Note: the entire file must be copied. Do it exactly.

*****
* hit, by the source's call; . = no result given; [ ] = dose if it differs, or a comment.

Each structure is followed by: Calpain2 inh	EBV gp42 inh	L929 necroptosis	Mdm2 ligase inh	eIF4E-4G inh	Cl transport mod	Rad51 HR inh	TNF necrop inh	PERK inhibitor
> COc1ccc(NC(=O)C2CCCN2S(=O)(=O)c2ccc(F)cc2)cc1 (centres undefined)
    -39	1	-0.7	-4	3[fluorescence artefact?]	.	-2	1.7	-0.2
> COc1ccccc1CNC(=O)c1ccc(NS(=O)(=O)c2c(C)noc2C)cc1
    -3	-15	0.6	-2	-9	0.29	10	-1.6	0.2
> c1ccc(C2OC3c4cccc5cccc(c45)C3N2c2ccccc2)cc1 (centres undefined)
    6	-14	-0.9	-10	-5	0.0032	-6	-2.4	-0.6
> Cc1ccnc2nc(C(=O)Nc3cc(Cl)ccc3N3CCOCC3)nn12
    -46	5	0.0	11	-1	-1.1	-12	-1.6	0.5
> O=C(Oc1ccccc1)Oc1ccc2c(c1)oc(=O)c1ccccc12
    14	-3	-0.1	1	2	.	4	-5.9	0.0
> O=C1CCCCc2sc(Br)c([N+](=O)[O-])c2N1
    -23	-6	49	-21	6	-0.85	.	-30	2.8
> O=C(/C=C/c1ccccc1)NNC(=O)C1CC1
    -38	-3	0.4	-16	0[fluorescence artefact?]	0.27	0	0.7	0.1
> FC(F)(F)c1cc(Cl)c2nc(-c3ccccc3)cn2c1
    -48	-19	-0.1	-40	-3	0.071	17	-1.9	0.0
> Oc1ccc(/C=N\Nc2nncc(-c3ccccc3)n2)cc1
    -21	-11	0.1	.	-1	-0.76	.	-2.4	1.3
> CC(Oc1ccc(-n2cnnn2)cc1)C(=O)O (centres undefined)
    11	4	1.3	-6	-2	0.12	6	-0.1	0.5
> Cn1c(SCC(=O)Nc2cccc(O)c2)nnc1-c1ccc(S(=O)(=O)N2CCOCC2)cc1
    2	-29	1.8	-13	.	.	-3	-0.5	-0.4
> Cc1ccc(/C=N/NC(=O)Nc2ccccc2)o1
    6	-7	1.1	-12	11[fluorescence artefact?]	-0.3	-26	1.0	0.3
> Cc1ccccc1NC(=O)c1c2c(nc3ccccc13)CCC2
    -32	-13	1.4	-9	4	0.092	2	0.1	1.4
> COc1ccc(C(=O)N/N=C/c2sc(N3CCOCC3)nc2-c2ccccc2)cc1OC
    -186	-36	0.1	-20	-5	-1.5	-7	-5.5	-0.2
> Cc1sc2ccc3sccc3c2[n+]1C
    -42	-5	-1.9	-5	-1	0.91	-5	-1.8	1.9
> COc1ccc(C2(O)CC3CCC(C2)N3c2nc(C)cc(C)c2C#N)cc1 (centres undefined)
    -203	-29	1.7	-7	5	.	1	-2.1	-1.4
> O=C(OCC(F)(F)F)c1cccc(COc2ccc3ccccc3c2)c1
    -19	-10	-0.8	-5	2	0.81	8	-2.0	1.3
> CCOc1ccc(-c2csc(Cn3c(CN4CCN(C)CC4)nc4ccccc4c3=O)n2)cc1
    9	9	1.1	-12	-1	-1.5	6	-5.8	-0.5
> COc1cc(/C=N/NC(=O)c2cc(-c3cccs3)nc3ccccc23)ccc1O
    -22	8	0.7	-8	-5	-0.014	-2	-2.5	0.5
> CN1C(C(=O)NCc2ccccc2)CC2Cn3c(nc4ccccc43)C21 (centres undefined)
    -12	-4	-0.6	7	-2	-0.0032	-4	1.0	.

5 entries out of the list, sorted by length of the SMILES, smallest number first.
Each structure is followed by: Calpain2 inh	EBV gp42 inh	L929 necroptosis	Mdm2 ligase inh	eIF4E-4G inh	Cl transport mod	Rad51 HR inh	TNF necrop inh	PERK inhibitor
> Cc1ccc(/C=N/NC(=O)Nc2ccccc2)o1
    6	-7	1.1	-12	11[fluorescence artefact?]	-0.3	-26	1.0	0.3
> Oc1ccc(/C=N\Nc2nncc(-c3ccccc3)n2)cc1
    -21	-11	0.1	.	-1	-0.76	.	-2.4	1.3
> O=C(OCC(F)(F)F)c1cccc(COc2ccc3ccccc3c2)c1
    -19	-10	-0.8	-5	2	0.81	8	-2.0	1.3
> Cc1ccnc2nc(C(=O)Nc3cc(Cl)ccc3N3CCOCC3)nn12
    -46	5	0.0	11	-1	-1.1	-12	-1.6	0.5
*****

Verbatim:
* hit, by the source's call; . = no result given; [ ] = dose if it differs, or a comment.

Each structure is followed by: Calpain2 inh	EBV gp42 inh	L929 necroptosis	Mdm2 ligase inh	eIF4E-4G inh	Cl transport mod	Rad51 HR inh	TNF necrop inh	PERK inhibitor
> COc1ccc(NC(=O)C2CCCN2S(=O)(=O)c2ccc(F)cc2)cc1 (centres undefined)
    -39	1	-0.7	-4	3[fluorescence artefact?]	.	-2	1.7	-0.2
> COc1ccccc1CNC(=O)c1ccc(NS(=O)(=O)c2c(C)noc2C)cc1
    -3	-15	0.6	-2	-9	0.29	10	-1.6	0.2
> c1ccc(C2OC3c4cccc5cccc(c45)C3N2c2ccccc2)cc1 (centres undefined)
    6	-14	-0.9	-10	-5	0.0032	-6	-2.4	-0.6
> Cc1ccnc2nc(C(=O)Nc3cc(Cl)ccc3N3CCOCC3)nn12
    -46	5	0.0	11	-1	-1.1	-12	-1.6	0.5
> O=C(Oc1ccccc1)Oc1ccc2c(c1)oc(=O)c1ccccc12
    14	-3	-0.1	1	2	.	4	-5.9	0.0
> O=C1CCCCc2sc(Br)c([N+](=O)[O-])c2N1
    -23	-6	49	-21	6	-0.85	.	-30	2.8
> O=C(/C=C/c1ccccc1)NNC(=O)C1CC1
    -38	-3	0.4	-16	0[fluorescence artefact?]	0.27	0	0.7	0.1
> FC(F)(F)c1cc(Cl)c2nc(-c3ccccc3)cn2c1
    -48	-19	-0.1	-40	-3	0.071	17	-1.9	0.0
> Oc1ccc(/C=N\Nc2nncc(-c3ccccc3)n2)cc1
    -21	-11	0.1	.	-1	-0.76	.	-2.4	1.3
> CC(Oc1ccc(-n2cnnn2)cc1)C(=O)O (centres undefined)
    11	4	1.3	-6	-2	0.12	6	-0.1	0.5
> Cn1c(SCC(=O)Nc2cccc(O)c2)nnc1-c1ccc(S(=O)(=O)N2CCOCC2)cc1
    2	-29	1.8	-13	.	.	-3	-0.5	-0.4
> Cc1ccc(/C=N/NC(=O)Nc2ccccc2)o1
    6	-7	1.1	-12	11[fluorescence artefact?]	-0.3	-26	1.0	0.3
> Cc1ccccc1NC(=O)c1c2c(nc3ccccc13)CCC2
    -32	-13	1.4	-9	4	0.092	2	0.1	1.4
> COc1ccc(C(=O)N/N=C/c2sc(N3CCOCC3)nc2-c2ccccc2)cc1OC
    -186	-36	0.1	-20	-5	-1.5	-7	-5.5	-0.2
> Cc1sc2ccc3sccc3c2[n+]1C
    -42	-5	-1.9	-5	-1	0.91	-5	-1.8	1.9
> COc1ccc(C2(O)CC3CCC(C2)N3c2nc(C)cc(C)c2C#N)cc1 (centres undefined)
    -203	-29	1.7	-7	5	.	1	-2.1	-1.4
> O=C(OCC(F)(F)F)c1cccc(COc2ccc3ccccc3c2)c1
    -19	-10	-0.8	-5	2	0.81	8	-2.0	1.3
> CCOc1ccc(-c2csc(Cn3c(CN4CCN(C)CC4)nc4ccccc4c3=O)n2)cc1
    9	9	1.1	-12	-1	-1.5	6	-5.8	-0.5
> COc1cc(/C=N/NC(=O)c2cc(-c3cccs3)nc3ccccc23)ccc1O
    -22	8	0.7	-8	-5	-0.014	-2	-2.5	0.5
> CN1C(C(=O)NCc2ccccc2)CC2Cn3c(nc4ccccc43)C21 (centres undefined)
    -12	-4	-0.6	7	-2	-0.0032	-4	1.0	.

5 entries out of the list, sorted by length of the SMILES, smallest number first.
Each structure is followed by: Calpain2 inh	EBV gp42 inh	L929 necroptosis	Mdm2 ligase inh	eIF4E-4G inh	Cl transport mod	Rad51 HR inh	TNF necrop inh	PERK inhibitor
> Cc1ccc(/C=N/NC(=O)Nc2ccccc2)o1
    6	-7	1.1	-12	11[fluorescence artefact?]	-0.3	-26	1.0	0.3
> Oc1ccc(/C=N\Nc2nncc(-c3ccccc3)n2)cc1
    -21	-11	0.1	.	-1	-0.76	.	-2.4	1.3
> O=C(OCC(F)(F)F)c1cccc(COc2ccc3ccccc3c2)c1
    -19	-10	-0.8	-5	2	0.81	8	-2.0	1.3
> Cc1ccnc2nc(C(=O)Nc3cc(Cl)ccc3N3CCOCC3)nn12
    -46	5	0.0	11	-1	-1.1	-12	-1.6	0.5